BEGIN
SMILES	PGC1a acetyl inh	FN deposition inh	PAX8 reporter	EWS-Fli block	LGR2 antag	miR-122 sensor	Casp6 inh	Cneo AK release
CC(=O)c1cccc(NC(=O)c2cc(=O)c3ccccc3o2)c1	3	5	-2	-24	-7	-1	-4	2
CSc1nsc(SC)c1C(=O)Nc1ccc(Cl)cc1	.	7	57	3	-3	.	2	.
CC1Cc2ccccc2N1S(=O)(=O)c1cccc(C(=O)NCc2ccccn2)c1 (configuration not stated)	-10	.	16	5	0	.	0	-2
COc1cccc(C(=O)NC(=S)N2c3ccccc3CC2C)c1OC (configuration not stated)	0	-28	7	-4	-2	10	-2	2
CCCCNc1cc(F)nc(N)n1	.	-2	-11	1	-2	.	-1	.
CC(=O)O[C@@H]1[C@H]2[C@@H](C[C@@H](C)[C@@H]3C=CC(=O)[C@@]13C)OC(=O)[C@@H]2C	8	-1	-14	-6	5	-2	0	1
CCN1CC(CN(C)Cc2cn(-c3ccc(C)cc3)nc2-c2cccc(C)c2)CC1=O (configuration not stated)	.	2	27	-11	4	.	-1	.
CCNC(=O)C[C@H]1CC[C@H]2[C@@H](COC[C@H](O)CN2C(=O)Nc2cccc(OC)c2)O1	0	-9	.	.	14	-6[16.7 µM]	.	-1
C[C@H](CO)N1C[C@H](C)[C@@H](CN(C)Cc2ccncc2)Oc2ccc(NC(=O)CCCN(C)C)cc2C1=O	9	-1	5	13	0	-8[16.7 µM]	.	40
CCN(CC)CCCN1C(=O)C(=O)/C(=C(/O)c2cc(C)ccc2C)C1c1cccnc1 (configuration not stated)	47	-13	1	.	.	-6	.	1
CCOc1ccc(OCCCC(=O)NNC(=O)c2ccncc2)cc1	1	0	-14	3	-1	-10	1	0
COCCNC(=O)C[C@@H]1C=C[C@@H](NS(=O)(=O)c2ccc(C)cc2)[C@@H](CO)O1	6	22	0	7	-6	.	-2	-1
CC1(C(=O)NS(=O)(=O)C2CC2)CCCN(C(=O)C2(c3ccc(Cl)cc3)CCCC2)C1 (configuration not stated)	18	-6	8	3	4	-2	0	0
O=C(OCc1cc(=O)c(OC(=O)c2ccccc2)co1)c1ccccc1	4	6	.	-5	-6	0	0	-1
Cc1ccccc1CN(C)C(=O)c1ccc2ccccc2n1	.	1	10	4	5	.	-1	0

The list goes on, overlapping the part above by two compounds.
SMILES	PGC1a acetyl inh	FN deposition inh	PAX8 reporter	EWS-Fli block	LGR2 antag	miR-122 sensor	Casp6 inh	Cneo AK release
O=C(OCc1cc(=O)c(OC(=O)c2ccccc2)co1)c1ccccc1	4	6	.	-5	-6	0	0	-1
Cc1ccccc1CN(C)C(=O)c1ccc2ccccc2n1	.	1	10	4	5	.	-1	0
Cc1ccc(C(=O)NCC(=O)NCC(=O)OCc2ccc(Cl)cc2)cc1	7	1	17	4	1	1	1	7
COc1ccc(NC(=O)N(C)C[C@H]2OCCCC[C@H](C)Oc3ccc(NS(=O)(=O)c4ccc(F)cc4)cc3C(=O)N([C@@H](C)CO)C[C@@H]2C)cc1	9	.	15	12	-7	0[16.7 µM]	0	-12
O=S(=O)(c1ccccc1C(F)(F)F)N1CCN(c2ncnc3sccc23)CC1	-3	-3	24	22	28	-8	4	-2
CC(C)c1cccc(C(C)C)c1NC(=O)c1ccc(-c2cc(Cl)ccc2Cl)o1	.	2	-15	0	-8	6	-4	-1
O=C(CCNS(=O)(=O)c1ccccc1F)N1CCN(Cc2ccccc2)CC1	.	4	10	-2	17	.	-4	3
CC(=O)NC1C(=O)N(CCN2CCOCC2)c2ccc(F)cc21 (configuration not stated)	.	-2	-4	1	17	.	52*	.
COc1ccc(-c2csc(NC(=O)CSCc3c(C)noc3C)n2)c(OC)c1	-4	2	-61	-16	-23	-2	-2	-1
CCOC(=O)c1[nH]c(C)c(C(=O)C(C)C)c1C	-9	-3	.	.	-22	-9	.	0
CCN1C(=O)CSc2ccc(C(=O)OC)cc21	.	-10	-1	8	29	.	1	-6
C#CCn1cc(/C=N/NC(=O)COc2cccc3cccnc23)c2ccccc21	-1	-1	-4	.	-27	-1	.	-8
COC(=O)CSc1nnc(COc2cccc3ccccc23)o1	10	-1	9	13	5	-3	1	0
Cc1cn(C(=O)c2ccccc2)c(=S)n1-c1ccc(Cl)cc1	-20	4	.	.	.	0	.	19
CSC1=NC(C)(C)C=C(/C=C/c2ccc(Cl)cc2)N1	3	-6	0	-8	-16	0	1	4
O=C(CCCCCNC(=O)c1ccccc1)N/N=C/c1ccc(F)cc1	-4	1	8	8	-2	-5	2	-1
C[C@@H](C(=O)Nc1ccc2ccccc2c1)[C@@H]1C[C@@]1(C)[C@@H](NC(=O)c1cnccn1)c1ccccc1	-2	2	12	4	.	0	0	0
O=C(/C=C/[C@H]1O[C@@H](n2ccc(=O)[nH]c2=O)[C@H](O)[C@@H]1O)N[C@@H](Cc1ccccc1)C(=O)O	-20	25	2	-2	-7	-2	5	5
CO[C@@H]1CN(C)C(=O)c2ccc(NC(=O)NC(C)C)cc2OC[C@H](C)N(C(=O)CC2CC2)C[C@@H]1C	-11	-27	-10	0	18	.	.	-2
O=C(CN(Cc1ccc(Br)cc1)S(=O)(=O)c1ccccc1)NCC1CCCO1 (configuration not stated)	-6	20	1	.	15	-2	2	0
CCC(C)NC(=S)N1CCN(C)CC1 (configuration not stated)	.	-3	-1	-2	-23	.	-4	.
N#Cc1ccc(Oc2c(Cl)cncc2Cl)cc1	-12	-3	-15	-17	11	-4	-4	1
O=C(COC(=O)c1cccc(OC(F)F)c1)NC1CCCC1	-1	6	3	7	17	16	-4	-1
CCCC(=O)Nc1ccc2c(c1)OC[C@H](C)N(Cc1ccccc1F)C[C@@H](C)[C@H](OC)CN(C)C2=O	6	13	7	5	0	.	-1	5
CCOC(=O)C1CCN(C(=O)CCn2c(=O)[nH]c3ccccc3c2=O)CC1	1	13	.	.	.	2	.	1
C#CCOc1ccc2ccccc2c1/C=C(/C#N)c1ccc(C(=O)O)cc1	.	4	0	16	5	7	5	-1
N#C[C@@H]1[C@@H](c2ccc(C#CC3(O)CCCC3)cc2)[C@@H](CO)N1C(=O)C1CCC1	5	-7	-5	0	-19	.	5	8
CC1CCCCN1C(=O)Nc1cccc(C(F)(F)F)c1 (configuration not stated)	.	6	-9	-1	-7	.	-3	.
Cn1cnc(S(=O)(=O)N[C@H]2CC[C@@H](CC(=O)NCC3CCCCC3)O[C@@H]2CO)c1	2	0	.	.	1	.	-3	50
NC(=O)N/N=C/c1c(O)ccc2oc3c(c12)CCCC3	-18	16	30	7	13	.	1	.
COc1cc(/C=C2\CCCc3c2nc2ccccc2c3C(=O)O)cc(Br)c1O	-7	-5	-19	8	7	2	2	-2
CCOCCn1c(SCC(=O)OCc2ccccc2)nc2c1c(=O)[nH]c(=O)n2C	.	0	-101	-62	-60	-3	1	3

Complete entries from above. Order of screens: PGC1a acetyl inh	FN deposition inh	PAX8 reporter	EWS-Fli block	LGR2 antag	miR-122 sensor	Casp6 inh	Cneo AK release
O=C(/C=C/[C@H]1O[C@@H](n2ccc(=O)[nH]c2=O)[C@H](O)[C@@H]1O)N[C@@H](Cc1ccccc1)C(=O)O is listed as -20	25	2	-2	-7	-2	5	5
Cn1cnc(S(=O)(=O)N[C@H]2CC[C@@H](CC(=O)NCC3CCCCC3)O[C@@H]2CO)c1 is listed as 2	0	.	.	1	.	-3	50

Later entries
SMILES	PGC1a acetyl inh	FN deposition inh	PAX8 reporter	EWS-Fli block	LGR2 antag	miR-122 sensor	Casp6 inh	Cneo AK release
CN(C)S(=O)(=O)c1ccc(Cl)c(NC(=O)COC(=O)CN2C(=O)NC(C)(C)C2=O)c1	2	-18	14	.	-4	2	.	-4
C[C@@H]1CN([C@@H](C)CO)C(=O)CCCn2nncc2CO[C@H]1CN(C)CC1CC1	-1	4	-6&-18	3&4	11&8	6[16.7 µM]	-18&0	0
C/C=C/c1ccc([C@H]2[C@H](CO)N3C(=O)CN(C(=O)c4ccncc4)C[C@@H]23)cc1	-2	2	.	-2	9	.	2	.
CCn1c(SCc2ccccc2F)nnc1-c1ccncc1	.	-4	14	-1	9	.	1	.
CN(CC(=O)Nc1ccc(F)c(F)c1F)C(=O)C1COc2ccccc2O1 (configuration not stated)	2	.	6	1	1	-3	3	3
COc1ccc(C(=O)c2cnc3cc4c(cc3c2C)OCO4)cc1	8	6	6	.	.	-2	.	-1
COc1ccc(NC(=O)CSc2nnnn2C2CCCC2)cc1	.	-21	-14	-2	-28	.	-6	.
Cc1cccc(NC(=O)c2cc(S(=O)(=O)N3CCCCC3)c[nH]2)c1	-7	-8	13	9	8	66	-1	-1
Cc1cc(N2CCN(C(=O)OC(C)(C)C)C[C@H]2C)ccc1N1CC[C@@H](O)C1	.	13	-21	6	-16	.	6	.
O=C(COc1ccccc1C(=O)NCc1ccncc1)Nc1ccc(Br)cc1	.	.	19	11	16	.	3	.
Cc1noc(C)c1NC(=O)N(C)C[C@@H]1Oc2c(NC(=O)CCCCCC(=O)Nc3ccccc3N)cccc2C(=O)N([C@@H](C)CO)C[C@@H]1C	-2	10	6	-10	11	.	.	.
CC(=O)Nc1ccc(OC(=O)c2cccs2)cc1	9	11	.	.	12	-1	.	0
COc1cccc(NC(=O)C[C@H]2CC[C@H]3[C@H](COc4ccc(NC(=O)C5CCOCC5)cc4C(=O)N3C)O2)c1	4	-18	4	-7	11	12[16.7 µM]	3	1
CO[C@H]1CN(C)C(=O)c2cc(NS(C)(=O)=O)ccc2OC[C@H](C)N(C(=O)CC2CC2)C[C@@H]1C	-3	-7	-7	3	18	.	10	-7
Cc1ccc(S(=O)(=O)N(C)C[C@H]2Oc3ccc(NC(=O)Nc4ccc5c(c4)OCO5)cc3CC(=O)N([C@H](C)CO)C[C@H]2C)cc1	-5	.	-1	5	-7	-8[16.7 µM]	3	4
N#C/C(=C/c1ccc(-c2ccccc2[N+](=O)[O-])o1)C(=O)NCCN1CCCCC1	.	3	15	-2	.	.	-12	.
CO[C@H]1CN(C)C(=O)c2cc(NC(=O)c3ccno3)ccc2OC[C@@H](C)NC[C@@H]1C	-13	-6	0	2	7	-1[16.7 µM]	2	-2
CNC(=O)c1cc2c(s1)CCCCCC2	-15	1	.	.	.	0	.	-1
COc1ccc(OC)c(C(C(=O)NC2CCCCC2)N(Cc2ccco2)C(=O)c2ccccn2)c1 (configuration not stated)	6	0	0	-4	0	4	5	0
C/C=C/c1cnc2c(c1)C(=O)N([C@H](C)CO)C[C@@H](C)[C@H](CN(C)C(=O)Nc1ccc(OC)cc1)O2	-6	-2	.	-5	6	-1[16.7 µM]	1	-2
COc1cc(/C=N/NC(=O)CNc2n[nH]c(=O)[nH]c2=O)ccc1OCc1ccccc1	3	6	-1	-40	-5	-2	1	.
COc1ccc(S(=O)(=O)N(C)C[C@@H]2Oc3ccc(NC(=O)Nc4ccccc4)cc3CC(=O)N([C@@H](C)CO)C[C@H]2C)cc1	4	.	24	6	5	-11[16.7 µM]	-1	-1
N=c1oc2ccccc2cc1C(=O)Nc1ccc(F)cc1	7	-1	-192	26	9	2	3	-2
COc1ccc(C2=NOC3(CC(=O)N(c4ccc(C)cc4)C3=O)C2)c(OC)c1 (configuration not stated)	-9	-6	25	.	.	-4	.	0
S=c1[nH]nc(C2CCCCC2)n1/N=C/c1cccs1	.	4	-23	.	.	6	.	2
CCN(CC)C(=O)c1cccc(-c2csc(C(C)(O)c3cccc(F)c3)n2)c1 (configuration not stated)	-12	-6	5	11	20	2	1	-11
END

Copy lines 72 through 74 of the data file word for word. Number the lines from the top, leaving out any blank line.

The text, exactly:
CO[C@H]1CN(C)C(=O)c2cc(NC(=O)c3ccno3)ccc2OC[C@@H](C)NC[C@@H]1C	-13	-6	0	2	7	-1[16.7 µM]	2	-2
CNC(=O)c1cc2c(s1)CCCCCC2	-15	1	.	.	.	0	.	-1
COc1ccc(OC)c(C(C(=O)NC2CCCCC2)N(Cc2ccco2)C(=O)c2ccccn2)c1 (configuration not stated)	6	0	0	-4	0	4	5	0